Gullu Butt: The ugly face of Pakistani politics
There came the sacred, exalted goon, smashing the cars in an invincibly high spirit. Behind him stood hundreds of baton-loaded policemen, entrusted with the protection of our life and property, silently appreciating the heroics of Gullu Butt.
Somehow, those pictures of Butt and the police symbolise the ugly facet of our national politics abscessed with the misuse and abuse of power.
The likes of Butt, who has been identified as a PML-N worker, represent the kind of mindset that exists throughout the ranks of conventional political parties; the mindset that considers power a tool to subvert and supersede the law; the mindset that reverts to the excessive use of power to perpetuate its dominance.
The ruling party, Pakistan Muslim League-Nawaz, apparently, trumps all others in portraying a practical display of that mindset. Not so long ago, media channels showed the visuals of an MPA from Faisalabad beating a doctor who did not stand up to greet the former. And how can we forget the presumptuous bakery guy in Lahore tortured viciously by our chief minister’s daughter’s guards upon refusing to sell her the cake.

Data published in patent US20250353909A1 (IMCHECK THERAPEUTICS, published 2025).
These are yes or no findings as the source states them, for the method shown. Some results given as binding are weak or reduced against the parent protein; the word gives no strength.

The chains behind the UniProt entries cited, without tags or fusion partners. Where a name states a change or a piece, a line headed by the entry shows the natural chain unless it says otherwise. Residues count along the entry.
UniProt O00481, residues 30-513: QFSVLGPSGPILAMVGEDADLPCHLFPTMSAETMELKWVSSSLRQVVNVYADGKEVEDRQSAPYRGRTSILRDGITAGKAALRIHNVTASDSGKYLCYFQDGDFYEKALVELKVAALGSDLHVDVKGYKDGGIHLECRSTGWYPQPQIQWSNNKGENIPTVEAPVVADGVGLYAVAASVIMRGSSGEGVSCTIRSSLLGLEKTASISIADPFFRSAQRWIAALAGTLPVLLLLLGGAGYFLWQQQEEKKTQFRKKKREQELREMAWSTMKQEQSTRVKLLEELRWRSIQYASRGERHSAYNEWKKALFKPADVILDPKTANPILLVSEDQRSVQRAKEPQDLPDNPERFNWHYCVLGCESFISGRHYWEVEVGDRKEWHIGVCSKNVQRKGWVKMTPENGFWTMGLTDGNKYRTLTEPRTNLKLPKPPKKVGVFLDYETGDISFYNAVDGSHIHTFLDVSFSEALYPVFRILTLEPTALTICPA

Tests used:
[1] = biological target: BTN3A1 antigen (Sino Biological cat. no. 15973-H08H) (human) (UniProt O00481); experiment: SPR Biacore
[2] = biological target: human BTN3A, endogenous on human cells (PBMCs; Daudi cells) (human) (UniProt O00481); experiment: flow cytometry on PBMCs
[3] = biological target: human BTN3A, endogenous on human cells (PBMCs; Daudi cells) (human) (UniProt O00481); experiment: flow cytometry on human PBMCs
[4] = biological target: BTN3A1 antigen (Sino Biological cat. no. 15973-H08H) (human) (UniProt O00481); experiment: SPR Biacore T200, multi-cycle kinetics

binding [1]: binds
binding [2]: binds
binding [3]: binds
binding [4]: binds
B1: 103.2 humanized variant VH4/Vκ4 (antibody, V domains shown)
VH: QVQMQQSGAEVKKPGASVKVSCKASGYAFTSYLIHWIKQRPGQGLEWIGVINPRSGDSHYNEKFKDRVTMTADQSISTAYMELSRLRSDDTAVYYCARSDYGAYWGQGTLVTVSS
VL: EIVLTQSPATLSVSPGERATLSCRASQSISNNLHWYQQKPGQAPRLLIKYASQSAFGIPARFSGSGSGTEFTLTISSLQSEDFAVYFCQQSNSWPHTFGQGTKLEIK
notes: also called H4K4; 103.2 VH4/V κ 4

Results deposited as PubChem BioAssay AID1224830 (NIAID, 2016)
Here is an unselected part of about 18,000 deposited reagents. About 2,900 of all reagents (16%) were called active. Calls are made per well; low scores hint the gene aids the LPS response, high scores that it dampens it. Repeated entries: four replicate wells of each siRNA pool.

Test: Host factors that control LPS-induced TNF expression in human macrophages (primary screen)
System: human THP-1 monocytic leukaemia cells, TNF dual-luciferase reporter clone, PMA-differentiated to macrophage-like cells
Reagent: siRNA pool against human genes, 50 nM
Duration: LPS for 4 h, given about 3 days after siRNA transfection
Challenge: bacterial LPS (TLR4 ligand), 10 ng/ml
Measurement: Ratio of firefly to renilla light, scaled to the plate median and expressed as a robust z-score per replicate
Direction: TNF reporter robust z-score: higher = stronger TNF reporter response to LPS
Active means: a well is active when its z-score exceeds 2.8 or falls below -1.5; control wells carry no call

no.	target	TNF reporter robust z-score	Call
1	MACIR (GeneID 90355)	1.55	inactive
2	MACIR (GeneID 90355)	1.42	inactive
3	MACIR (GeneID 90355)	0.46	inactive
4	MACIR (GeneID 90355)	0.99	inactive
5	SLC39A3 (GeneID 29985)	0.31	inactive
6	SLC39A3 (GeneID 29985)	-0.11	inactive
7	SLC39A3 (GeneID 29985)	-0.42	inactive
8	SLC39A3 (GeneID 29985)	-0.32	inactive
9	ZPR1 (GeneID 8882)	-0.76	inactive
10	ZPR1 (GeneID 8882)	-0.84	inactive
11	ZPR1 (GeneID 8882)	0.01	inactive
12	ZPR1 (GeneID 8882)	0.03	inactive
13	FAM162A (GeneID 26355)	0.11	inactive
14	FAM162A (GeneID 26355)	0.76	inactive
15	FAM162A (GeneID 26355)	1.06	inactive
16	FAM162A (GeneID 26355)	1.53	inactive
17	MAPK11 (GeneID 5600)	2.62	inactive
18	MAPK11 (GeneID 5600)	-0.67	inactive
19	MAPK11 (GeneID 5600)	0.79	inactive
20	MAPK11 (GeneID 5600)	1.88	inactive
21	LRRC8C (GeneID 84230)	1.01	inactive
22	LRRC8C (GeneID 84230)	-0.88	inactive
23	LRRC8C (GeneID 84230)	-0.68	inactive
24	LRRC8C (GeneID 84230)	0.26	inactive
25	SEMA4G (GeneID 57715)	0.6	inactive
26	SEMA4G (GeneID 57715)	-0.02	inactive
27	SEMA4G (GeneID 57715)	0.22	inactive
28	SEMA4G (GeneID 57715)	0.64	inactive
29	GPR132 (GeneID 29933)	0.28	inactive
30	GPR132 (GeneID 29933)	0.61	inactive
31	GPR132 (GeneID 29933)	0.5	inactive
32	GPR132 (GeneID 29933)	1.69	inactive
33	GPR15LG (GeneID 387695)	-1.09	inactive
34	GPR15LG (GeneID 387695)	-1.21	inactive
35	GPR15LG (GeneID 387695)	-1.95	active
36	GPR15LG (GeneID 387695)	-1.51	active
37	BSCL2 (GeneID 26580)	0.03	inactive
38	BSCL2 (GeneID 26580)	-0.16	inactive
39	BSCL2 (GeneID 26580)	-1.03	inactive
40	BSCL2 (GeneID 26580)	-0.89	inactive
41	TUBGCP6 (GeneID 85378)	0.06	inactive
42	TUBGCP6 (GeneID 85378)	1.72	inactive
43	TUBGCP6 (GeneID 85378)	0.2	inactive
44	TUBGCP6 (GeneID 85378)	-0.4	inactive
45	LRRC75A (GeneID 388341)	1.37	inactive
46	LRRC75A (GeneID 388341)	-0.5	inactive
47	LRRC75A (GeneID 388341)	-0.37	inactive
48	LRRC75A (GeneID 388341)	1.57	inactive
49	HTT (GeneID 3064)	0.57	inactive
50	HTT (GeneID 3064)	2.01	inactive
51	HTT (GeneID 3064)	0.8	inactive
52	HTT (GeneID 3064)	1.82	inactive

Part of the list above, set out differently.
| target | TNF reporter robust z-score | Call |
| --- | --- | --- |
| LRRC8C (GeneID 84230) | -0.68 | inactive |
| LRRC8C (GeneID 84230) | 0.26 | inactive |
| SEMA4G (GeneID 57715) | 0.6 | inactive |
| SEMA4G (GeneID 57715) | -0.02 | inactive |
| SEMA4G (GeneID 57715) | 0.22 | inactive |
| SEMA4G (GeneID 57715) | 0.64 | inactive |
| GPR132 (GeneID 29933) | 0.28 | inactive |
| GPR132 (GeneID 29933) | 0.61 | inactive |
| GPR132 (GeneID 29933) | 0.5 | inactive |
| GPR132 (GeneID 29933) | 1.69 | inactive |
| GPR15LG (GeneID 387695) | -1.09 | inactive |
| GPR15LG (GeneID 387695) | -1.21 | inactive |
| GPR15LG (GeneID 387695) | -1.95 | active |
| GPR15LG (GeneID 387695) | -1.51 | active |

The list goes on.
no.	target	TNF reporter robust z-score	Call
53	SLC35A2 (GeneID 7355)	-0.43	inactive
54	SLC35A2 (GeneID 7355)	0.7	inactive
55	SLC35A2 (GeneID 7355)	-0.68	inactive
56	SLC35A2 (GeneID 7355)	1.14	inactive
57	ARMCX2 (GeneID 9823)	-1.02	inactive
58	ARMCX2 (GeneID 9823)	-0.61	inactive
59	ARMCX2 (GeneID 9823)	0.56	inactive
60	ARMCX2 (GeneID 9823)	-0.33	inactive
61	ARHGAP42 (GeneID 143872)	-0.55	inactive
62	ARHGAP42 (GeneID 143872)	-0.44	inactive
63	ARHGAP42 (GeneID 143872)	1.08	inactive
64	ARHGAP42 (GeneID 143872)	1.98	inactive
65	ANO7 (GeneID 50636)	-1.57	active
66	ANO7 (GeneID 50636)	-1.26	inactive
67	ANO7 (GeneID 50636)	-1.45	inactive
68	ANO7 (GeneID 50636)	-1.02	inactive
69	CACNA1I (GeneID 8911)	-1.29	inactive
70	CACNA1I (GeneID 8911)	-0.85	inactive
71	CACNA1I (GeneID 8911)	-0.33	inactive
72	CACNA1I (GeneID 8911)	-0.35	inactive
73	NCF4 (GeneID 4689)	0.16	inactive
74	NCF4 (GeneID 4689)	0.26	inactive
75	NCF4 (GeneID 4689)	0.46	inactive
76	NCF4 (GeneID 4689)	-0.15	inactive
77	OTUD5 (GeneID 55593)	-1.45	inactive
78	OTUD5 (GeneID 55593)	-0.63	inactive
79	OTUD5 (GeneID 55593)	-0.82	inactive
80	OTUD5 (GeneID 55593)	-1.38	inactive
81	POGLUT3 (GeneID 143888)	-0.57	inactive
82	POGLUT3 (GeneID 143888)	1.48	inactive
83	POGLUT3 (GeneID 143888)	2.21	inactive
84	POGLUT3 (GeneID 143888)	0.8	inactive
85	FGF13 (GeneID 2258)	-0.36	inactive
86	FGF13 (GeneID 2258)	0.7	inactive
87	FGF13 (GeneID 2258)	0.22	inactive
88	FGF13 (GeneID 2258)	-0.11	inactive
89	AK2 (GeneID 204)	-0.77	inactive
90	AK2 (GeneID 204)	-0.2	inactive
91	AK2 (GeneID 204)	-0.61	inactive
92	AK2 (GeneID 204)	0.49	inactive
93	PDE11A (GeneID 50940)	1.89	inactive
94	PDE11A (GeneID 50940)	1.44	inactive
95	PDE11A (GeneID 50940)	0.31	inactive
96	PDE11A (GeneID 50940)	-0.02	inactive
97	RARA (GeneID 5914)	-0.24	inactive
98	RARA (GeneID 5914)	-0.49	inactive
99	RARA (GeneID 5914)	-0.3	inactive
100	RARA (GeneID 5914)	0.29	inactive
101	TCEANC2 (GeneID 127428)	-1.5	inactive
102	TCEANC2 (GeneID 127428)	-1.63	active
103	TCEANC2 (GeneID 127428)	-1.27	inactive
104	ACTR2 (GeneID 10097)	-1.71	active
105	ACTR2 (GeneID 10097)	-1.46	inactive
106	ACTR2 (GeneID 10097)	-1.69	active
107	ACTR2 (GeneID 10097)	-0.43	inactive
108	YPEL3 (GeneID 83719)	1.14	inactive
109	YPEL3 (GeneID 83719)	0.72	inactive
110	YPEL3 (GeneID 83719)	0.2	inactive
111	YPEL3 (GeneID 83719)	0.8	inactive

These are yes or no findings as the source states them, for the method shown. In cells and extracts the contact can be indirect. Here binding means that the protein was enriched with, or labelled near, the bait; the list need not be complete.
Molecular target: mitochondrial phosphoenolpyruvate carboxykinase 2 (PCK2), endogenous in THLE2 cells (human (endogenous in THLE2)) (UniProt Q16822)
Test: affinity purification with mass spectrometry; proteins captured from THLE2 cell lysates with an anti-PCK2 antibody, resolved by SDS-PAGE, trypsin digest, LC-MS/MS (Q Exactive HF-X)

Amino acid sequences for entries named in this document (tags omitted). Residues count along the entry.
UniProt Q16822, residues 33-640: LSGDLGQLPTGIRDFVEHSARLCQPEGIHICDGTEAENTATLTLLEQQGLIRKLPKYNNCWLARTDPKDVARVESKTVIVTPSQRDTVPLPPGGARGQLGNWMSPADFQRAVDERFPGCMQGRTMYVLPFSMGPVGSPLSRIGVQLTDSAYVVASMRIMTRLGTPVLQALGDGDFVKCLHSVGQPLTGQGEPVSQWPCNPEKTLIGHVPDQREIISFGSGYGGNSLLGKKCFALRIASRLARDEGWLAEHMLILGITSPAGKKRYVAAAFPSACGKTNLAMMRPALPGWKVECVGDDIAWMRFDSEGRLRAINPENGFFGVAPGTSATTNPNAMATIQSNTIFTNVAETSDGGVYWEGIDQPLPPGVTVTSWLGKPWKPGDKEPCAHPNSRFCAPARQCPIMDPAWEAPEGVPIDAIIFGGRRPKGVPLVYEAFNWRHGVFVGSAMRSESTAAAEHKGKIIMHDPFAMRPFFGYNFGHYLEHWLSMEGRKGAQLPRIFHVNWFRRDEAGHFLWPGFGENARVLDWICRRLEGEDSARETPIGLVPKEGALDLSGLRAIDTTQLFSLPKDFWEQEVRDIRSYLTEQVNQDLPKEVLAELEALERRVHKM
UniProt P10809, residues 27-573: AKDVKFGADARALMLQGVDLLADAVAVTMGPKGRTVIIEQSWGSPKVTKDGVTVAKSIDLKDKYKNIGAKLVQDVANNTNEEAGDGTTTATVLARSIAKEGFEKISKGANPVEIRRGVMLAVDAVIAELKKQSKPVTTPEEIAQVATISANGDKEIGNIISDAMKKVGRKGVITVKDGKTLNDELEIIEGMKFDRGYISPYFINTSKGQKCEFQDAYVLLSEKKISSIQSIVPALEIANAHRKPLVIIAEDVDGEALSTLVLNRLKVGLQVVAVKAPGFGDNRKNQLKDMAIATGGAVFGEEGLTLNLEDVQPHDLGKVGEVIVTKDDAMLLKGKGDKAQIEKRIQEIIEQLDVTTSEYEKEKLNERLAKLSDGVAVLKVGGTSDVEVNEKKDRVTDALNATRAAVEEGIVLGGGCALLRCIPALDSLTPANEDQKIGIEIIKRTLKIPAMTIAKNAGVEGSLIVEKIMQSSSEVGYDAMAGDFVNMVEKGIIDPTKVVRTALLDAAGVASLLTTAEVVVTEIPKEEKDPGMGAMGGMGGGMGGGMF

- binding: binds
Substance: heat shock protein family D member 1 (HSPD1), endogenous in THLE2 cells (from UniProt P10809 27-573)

Historical precedents do not tell otherwise either. In 1997, the unruly PML-N workers attacked the Supreme Court building and chief justice of the time when Nawaz Sharif was expected to be held guilty on the charges of contempt of court.
The other appalling aspect of the Butt episode was the by-standing police officials which highlights the sorry state of our institutions. Respective governments, including the incumbent one, have developed a serious tendency to bypass the democratic principle of separation of powers. The use of state institutions, like the police for political benefits by the political elite has left a vast majority of population vulnerable.
Blurring the distinction between party workers and public servants has rendered the latter incapacitated, unable to fulfil its due role. It is excruciatingly ironic that the police who undertook the operation on Tuesday, which took eight lives, stood silent when Farzana Parveen was being stoned to death and when two brothers in Sialkot were lynched.
Butt is merely a face; the tragedy is far bigger than him. The tragedy is the mindset that considers power to be a certificate of untouchability. This mindset has seeped through our political strata. Before more damage is done, this mindset needs to die.
The views expressed by the writer and the reader comments do not necessarily reflect the views and policies of The Express Tribune.